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LHA-1 Tarawa class Aviation Features

The design of the TARAWA class LHAs is based on the requirements of amphibious assault: carrying Marines and their equipment, and unloading them rapidly, by helicopter, landing craft, and/or amphibious tractors. Helicopters provide the most-rapid and most-flexible means of landing troops in an amphibious assault. Thus, the flight deck-and to a large extent the entire ship-is designed to permit simultaneous loading- of nine large assault helicopters. Then, as soon as these helicopters are loaded and take off for the helicopter landing zone, a second wave of nine helicopters waiting on deck can spread their rotors, move into deck positions, load troops and weapons, and take off.

The LHA normally will operate approximately 25 helicopters. Most of these will be CH-46 Sea Knight troop-carrying helicopters which will be supplemented by a few CH-53 Sea Stallion heavy-lift helicopters and a few UH-1 "Huey" utility helicopters.

The CH-53 type are large helicopters, powered by two or three gas turbine engines, which can lift about 35 troops or 8,000 to 16,000 pounds of cargo (depending upon the type and engines). The smaller CH-46, also powered by two gas turbine engines, carries some 20 troops or about 4,000 pounds of cargo. Both helicopters carry equipment (including small vehicles) either inside their fuselage or suspended underneath by cargo slings.

The third helicopter that normally is carried in assault ships is the small UH-1, officially known as the Iroquois, but generally referred to as the "Huey," the pronounciation of its previous military designation HU-1 E. This is a small helicopter, powered by one or two gas turbines and carrying about seven troops. It generally is employed to carry troop commanders, or for utility and liaison work. However, the Huey can be fitted with machineguns and rocket launchers to provide limited fire support for assault landings.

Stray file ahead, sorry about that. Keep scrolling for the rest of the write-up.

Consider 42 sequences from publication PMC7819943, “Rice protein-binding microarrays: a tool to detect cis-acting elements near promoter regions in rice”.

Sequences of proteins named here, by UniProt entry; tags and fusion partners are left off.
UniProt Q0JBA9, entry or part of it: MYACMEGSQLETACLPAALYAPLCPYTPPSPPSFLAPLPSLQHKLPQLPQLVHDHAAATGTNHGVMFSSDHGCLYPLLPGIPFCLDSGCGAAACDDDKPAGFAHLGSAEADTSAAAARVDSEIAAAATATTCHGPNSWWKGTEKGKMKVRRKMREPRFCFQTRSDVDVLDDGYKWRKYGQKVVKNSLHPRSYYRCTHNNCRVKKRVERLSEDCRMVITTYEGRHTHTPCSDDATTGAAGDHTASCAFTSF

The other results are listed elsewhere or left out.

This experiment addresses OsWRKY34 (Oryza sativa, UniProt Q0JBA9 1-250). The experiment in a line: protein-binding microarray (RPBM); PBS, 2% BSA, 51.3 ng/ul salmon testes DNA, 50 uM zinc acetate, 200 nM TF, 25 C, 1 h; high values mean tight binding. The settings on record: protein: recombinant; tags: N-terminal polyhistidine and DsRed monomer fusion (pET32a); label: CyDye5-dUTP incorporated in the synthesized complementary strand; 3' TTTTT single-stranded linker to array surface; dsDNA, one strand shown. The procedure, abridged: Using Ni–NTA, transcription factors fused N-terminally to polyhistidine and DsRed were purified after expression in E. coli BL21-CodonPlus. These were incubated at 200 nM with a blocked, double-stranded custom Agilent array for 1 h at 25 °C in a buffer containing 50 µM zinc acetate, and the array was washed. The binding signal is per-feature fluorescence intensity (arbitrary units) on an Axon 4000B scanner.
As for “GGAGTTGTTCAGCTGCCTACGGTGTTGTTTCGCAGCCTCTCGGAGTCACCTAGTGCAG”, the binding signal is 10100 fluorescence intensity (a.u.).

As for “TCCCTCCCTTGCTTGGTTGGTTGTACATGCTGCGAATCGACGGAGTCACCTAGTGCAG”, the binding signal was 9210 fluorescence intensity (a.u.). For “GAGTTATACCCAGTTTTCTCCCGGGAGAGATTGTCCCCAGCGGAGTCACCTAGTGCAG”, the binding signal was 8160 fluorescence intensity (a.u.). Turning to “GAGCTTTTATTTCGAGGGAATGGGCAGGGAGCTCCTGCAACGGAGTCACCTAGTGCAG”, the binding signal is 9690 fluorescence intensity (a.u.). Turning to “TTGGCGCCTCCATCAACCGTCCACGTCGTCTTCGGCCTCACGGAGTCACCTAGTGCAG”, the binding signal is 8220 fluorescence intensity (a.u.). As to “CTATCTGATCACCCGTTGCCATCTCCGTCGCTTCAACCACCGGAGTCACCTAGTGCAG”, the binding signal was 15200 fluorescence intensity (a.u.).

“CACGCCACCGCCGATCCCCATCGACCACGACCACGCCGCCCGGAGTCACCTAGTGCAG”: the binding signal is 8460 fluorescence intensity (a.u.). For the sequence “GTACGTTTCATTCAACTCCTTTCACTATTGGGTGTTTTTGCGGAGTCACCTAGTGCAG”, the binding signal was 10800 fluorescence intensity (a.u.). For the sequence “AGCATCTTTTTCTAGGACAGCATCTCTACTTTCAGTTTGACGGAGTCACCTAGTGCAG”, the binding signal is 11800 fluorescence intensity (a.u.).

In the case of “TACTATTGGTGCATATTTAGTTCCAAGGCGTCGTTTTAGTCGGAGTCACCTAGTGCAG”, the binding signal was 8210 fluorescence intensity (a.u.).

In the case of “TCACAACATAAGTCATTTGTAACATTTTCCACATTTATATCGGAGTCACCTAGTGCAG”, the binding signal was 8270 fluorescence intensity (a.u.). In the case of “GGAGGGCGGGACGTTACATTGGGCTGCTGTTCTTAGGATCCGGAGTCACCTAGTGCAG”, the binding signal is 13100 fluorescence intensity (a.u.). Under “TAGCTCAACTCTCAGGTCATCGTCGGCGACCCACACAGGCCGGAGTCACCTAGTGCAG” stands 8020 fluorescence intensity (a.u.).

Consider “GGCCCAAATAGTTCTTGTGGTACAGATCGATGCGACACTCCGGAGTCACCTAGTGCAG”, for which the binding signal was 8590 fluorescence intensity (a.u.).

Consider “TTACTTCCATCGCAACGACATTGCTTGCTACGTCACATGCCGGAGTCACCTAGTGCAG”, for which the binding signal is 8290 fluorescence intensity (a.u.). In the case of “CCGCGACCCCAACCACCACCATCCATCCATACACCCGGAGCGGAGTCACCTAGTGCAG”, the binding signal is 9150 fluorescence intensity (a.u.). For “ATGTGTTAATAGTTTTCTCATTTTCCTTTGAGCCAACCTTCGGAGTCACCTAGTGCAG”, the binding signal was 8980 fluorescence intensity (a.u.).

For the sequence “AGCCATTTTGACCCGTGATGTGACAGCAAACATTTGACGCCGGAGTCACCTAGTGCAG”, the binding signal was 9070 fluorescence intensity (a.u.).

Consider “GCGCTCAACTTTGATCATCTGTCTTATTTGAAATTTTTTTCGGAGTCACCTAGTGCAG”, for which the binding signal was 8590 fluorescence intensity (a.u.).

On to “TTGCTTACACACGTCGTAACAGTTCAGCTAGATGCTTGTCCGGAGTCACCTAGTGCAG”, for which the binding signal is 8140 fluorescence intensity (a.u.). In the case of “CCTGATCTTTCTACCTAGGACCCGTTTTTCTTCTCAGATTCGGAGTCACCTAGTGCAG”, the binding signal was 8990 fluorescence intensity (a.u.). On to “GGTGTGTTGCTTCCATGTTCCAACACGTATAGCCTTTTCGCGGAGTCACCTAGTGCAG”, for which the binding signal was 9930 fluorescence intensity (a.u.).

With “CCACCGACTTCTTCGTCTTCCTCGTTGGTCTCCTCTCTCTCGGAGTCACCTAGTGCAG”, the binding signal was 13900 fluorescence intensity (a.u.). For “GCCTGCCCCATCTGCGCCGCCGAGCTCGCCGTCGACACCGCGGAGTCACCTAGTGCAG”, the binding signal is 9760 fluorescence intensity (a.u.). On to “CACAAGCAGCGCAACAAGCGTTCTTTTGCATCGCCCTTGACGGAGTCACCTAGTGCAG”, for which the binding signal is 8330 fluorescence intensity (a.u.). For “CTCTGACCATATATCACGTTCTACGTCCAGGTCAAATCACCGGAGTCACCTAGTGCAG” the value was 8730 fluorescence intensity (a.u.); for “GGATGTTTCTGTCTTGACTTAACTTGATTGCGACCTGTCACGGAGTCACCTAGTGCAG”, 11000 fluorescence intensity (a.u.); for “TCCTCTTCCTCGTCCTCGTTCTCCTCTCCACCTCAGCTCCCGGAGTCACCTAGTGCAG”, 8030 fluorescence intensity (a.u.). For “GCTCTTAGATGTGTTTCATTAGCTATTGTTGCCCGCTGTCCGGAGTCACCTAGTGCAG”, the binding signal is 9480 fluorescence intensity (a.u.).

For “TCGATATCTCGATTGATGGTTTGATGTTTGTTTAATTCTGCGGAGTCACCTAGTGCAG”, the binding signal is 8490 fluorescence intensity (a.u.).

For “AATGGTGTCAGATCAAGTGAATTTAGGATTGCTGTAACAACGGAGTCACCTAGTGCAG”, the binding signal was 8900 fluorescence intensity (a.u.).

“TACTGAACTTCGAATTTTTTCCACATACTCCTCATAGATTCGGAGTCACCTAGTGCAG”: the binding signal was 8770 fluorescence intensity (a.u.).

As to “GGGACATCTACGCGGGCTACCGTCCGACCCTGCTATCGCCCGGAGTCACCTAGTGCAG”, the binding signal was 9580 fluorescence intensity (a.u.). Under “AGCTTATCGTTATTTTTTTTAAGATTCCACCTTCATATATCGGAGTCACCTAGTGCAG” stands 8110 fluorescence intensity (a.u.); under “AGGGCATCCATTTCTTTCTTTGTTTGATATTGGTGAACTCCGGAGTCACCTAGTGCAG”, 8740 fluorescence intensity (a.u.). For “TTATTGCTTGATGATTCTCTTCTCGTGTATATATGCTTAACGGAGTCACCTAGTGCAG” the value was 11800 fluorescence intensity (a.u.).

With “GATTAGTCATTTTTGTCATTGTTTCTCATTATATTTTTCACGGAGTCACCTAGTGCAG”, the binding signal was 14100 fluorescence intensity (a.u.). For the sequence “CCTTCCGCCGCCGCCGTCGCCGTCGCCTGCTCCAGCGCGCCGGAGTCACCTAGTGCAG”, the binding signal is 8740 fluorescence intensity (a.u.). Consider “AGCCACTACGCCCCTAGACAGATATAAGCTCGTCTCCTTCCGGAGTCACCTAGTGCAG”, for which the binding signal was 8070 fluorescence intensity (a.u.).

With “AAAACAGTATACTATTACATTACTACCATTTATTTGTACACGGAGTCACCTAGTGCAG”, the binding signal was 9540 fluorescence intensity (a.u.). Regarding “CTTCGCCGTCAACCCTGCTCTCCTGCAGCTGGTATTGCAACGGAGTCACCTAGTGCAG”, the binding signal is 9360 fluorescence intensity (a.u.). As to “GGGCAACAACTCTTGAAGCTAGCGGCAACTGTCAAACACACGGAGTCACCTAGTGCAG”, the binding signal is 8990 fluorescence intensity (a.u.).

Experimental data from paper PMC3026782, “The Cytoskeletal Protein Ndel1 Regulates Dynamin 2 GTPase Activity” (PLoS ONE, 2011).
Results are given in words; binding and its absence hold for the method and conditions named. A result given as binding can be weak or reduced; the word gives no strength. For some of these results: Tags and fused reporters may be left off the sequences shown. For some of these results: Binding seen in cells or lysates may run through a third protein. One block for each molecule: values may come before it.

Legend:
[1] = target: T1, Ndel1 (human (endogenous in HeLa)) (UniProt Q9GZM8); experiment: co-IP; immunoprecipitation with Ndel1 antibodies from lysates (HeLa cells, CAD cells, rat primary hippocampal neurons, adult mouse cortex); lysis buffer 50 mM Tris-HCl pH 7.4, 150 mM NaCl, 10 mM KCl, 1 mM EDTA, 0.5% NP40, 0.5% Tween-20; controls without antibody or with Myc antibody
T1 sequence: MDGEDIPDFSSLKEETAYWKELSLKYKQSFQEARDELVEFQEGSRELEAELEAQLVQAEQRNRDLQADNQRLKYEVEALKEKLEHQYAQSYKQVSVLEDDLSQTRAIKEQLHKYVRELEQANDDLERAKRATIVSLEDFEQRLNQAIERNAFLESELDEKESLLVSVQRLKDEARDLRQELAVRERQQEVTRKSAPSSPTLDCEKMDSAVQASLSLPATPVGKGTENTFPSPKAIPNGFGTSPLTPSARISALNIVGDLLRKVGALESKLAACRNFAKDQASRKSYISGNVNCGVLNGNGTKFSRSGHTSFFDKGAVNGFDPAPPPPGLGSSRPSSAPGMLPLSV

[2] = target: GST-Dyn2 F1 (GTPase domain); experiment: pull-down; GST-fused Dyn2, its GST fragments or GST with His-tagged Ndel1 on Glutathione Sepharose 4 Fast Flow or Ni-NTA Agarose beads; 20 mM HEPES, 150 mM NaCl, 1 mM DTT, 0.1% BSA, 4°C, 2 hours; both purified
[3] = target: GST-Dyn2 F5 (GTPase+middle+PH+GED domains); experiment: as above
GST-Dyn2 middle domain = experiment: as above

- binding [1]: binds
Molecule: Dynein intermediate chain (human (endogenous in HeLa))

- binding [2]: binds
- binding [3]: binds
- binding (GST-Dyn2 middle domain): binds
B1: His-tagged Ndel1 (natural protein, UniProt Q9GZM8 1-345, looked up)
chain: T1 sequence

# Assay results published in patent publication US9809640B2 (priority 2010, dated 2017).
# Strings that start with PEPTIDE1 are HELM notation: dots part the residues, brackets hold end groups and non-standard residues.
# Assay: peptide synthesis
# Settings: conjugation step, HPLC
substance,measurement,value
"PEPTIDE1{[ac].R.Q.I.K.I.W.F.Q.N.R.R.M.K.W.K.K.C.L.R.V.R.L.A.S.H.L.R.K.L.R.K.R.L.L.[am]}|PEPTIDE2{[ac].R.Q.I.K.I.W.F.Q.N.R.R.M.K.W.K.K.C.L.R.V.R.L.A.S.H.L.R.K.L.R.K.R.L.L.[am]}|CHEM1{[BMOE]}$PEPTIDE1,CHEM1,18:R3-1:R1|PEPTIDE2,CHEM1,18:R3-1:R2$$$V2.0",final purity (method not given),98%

Other helicopters could be carried if the ship's maintenance facilities are modified. Similarly, the LHA may be adapted to employ the AV-8 Harrier, a Vertical/Short Take-Off and Landing (VSTOL) aircraft. Now flown by the Marine Corps, the Harrier is a jet-propelled attack aircraft that can take-off and land vertically, or with very short deck runs. The Harrier provides an improved fire support capability over some helicopters.

All of these aircraft can fly from the LHA flight deck. Below the flight deck the aftermost quarter of the ship consists of a hangar with some 20,000 square feet of deck space. The hangar provides a protected area for the storage and maintenance of aircraft. Two large elevators, one at the stern and one on the port side of the ship, connect the hangar and flight decks. Adjacent to the hangar are maintenance shops and storage spaces for spare parts. These aviation shops can perform routine maintenance and repairs on the helicopters.

Related to the LHA's helicopter capabilities, the ship has storage tanks for thousands of gallons of JP-6 fuel for the turbine-powered helicopters and gasoline for motor vehicles. This large tankage permits the LHA to deploy overseas for long periods while operating helicopters without replenishment from fuel ships, or for the helicopters to fly a large number of sorties during an amphibious assault.



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